Bucket brigades were so culturally resonant that in 1969 when F. Sangster and K. Teer of the Philips Research Labs invented a device that took electrical charged packets and moved them from one transistor to another in much the same leaky way that colonial Americans transferred buckets of water from one location to another. Kendra Pierre-Louis reports.
When a child cannonballs into a pool, a simple series of waves radiate outward from the point where they plunged in. But if two children jump in at once, they create a more intricate waterscape. Does light work the same way? Eben Bein reports.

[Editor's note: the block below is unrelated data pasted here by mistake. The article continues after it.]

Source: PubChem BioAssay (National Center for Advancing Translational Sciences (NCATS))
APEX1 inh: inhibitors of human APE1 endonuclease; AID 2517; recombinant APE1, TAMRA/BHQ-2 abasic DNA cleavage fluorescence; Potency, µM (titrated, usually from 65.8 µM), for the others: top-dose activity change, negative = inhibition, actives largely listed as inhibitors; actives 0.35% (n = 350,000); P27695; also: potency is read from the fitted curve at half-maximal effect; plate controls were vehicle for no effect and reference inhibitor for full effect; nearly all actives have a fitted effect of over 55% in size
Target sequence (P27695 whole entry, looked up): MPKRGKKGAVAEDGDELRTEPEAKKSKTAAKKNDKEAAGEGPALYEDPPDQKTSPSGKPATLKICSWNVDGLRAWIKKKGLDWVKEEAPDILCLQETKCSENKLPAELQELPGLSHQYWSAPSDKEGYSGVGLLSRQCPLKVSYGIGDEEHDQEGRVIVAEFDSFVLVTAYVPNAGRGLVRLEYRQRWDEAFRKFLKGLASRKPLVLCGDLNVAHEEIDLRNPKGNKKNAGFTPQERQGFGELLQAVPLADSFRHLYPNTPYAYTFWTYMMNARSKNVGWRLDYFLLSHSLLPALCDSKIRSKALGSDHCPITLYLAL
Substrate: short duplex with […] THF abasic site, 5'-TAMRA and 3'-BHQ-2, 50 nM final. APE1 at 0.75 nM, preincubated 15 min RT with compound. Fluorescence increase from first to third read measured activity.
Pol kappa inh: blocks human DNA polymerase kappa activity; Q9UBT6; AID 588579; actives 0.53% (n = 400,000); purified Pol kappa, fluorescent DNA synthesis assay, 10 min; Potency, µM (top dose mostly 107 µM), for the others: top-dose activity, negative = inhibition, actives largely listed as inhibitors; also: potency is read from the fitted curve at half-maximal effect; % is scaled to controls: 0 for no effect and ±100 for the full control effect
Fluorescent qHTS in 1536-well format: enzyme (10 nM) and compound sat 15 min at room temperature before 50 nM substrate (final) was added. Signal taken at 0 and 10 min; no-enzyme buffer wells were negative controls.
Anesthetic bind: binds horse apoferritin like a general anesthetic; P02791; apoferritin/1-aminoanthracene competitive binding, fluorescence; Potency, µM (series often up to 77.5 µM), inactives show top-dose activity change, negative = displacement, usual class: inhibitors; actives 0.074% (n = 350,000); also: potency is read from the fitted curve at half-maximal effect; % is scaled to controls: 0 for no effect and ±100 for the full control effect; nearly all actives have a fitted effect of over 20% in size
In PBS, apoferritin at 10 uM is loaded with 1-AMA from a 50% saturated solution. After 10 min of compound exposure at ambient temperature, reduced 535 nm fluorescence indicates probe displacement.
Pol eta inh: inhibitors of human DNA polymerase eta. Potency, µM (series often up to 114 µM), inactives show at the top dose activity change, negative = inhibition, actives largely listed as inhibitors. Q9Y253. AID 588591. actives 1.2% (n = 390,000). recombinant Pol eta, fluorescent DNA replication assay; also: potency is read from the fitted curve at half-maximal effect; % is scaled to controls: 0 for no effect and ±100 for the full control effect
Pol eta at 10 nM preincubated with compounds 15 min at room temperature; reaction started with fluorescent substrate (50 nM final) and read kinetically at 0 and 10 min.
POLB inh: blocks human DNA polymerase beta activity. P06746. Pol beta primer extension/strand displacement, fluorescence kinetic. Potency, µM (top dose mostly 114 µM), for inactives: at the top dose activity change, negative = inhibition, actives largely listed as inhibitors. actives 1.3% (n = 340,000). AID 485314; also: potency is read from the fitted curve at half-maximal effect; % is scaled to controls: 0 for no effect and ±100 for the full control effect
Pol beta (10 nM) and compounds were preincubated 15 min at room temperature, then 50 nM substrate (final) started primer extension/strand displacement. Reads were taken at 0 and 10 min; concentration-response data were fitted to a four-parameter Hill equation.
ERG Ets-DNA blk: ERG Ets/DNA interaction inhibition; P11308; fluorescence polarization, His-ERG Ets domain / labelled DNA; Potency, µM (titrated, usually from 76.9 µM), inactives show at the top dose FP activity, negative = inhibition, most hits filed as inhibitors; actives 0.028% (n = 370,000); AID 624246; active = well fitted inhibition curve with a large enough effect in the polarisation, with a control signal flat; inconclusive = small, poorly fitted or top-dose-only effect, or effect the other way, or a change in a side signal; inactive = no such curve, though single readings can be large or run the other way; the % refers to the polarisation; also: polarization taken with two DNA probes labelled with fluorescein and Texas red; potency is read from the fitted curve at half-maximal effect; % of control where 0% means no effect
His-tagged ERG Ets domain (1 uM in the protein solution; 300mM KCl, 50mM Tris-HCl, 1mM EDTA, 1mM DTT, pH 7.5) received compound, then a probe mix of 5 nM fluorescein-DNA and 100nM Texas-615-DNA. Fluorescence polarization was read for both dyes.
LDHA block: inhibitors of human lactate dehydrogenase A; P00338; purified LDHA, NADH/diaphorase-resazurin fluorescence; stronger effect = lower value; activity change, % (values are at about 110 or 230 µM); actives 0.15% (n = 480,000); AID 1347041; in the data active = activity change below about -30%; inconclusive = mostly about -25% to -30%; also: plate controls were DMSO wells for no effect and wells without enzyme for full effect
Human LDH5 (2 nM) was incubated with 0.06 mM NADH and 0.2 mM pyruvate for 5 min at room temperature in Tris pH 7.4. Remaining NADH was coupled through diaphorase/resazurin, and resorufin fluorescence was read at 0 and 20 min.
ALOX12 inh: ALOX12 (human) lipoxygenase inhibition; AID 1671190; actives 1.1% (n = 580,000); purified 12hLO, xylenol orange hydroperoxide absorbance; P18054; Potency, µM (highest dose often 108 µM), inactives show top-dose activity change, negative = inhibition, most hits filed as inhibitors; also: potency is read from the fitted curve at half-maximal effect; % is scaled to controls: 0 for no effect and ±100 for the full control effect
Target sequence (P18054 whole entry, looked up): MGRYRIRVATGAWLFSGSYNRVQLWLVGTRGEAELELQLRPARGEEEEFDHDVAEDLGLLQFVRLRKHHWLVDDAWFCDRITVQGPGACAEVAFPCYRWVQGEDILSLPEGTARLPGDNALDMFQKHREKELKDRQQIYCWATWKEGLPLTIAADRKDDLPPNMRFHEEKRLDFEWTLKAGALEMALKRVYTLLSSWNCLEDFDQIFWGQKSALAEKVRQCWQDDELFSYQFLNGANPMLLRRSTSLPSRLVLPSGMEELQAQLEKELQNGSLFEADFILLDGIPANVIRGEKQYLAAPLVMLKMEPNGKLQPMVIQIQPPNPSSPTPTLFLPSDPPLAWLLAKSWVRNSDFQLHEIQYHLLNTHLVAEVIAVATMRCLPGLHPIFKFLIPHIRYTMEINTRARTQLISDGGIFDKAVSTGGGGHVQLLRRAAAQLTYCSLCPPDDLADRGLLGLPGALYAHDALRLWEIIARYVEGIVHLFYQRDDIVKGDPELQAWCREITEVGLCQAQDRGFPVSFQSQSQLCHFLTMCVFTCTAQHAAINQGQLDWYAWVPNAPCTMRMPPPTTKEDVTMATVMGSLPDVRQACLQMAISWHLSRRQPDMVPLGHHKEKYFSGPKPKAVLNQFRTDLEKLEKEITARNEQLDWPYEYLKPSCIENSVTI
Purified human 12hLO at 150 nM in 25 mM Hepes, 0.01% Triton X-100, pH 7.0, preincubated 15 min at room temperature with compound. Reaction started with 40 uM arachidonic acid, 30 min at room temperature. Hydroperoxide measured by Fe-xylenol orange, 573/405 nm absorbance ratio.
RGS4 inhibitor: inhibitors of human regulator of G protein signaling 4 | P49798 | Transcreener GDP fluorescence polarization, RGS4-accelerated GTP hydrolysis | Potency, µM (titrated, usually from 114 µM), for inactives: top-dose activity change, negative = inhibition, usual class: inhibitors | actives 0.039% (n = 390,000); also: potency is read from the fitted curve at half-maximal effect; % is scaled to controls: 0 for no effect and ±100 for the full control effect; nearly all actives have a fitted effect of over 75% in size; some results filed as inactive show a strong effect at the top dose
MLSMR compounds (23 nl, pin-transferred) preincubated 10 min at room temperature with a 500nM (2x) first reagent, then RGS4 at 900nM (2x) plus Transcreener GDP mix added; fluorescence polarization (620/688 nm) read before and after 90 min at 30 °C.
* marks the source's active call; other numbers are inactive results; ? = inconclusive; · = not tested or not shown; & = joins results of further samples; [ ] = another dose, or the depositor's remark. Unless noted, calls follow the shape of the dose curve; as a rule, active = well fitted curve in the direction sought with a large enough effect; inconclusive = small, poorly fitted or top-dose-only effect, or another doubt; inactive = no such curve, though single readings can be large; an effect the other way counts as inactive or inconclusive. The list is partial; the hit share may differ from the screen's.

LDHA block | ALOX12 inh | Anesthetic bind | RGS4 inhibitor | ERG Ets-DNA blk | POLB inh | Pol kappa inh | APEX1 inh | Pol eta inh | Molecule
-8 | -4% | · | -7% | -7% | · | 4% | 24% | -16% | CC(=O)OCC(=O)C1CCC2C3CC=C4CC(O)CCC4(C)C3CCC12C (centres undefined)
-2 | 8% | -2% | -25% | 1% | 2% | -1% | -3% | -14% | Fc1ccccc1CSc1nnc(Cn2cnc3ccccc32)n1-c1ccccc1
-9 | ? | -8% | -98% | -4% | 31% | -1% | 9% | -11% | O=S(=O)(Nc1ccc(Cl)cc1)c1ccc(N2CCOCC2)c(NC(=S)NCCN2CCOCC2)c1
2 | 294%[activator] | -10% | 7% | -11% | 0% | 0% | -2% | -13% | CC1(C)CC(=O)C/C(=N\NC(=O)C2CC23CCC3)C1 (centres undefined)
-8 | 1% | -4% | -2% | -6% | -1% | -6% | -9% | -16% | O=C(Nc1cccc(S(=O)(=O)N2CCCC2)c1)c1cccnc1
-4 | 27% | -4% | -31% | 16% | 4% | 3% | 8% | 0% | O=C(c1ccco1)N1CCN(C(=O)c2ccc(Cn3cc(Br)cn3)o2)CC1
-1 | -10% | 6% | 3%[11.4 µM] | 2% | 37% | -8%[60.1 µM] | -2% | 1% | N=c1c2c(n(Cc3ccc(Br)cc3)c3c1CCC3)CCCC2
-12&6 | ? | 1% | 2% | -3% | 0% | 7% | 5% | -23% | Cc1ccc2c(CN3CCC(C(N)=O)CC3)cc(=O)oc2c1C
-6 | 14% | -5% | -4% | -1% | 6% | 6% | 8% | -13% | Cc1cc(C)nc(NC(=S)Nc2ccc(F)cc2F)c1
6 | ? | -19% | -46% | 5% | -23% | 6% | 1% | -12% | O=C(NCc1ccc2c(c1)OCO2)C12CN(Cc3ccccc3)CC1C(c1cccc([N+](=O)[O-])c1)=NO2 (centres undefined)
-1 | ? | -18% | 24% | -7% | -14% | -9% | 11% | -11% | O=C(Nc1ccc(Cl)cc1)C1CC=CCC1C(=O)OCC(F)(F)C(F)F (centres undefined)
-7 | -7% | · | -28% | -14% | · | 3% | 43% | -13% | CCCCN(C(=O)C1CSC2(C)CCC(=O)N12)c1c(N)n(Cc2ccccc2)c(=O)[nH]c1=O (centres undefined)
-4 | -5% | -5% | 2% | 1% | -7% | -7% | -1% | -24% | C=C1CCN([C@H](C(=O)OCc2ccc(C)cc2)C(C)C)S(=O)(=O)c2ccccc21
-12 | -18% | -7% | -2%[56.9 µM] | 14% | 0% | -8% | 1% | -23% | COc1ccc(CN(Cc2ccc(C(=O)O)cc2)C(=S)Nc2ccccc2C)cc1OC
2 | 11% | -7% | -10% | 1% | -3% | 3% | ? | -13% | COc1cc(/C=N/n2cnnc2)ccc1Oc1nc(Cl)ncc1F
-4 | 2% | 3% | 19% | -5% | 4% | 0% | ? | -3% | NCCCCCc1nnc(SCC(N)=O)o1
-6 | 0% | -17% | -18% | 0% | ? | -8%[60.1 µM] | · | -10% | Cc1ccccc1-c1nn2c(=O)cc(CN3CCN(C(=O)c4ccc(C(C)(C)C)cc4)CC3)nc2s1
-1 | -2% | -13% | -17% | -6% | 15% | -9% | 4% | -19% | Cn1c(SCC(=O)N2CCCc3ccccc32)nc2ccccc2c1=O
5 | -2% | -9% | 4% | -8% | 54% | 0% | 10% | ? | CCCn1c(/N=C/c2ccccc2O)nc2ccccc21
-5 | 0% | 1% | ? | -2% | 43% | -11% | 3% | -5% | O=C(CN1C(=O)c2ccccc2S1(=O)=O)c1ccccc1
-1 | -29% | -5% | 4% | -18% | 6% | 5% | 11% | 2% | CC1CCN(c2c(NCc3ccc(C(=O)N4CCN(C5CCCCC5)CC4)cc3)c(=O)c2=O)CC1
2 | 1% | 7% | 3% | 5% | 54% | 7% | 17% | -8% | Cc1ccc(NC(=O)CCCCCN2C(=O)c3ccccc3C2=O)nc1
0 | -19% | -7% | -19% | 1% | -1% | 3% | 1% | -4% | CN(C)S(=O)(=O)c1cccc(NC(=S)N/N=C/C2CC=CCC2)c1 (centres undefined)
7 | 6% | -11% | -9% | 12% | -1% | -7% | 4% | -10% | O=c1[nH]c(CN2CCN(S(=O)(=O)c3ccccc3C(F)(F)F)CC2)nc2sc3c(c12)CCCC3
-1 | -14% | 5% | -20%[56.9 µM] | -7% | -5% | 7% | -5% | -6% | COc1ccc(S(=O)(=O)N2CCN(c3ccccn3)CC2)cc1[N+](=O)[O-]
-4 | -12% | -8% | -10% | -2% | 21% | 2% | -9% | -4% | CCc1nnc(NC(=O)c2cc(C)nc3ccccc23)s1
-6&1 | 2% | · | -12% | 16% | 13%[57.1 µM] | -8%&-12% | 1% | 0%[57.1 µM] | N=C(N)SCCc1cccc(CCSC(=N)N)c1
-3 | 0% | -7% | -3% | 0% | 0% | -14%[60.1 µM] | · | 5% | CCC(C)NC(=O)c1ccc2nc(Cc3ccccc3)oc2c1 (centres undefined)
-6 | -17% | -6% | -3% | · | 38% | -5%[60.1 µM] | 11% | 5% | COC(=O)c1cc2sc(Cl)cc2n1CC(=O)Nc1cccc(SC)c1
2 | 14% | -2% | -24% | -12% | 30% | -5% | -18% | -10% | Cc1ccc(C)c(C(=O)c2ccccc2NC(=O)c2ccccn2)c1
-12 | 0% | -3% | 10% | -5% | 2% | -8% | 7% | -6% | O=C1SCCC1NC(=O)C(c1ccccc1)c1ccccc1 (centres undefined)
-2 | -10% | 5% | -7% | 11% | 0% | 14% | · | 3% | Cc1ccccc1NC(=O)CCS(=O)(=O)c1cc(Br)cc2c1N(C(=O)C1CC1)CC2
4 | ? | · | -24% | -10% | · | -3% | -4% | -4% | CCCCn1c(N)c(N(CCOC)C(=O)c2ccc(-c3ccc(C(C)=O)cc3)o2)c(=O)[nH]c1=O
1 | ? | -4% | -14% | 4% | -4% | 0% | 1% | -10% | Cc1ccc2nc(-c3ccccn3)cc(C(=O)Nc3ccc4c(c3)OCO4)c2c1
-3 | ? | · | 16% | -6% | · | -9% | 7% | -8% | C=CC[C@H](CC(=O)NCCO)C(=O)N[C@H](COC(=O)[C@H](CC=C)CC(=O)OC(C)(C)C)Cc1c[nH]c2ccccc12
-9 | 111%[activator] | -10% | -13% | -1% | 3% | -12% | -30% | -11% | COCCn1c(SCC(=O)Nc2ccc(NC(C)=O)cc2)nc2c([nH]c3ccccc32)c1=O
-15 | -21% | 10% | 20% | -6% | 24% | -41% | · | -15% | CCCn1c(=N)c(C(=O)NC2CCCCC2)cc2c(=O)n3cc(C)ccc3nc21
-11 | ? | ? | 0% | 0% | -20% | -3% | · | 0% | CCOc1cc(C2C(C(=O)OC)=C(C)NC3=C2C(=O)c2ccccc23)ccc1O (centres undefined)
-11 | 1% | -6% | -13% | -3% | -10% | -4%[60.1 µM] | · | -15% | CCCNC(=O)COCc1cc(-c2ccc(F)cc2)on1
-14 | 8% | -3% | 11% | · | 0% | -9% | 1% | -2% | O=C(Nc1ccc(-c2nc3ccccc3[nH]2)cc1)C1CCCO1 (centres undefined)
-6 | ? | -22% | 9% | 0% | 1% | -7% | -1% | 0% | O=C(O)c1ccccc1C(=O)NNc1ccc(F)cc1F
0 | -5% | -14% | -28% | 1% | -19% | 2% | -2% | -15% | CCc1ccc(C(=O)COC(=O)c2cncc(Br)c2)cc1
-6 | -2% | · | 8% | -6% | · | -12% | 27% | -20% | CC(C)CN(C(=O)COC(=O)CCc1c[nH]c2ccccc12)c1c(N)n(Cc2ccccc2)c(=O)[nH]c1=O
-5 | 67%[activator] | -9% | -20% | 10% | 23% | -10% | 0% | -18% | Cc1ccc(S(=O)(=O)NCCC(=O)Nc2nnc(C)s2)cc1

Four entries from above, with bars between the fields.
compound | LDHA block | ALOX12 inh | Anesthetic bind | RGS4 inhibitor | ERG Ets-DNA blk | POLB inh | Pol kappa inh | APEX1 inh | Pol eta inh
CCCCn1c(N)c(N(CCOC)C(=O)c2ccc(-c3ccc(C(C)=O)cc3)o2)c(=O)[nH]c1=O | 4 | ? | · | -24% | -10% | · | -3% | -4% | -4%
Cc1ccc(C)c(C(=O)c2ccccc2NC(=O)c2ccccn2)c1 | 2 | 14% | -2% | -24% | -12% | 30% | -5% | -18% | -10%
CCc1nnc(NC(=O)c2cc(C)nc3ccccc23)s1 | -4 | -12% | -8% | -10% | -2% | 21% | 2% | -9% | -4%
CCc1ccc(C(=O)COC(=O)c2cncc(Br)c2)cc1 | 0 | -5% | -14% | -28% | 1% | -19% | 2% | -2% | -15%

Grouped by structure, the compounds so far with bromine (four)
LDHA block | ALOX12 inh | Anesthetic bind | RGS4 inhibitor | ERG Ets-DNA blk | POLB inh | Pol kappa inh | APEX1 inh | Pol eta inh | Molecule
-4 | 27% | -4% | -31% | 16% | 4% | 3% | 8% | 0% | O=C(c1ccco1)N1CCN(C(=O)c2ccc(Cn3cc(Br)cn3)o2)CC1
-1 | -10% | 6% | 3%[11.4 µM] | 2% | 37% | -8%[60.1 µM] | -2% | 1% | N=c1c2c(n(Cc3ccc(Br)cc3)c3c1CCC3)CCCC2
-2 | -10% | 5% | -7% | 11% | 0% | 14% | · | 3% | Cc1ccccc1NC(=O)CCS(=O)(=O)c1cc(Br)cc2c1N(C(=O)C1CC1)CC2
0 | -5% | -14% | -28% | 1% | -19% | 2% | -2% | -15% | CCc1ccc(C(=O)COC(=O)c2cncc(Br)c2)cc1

Many soldiers had come back from World War II missing limbs. Cable-powered arms were common for above-elbow amputees. That changed in the 1960s when, in a small laboratory at the Massachusetts Institute of Technology, a fifty-five year-old man was fitted with an experimental robotic arm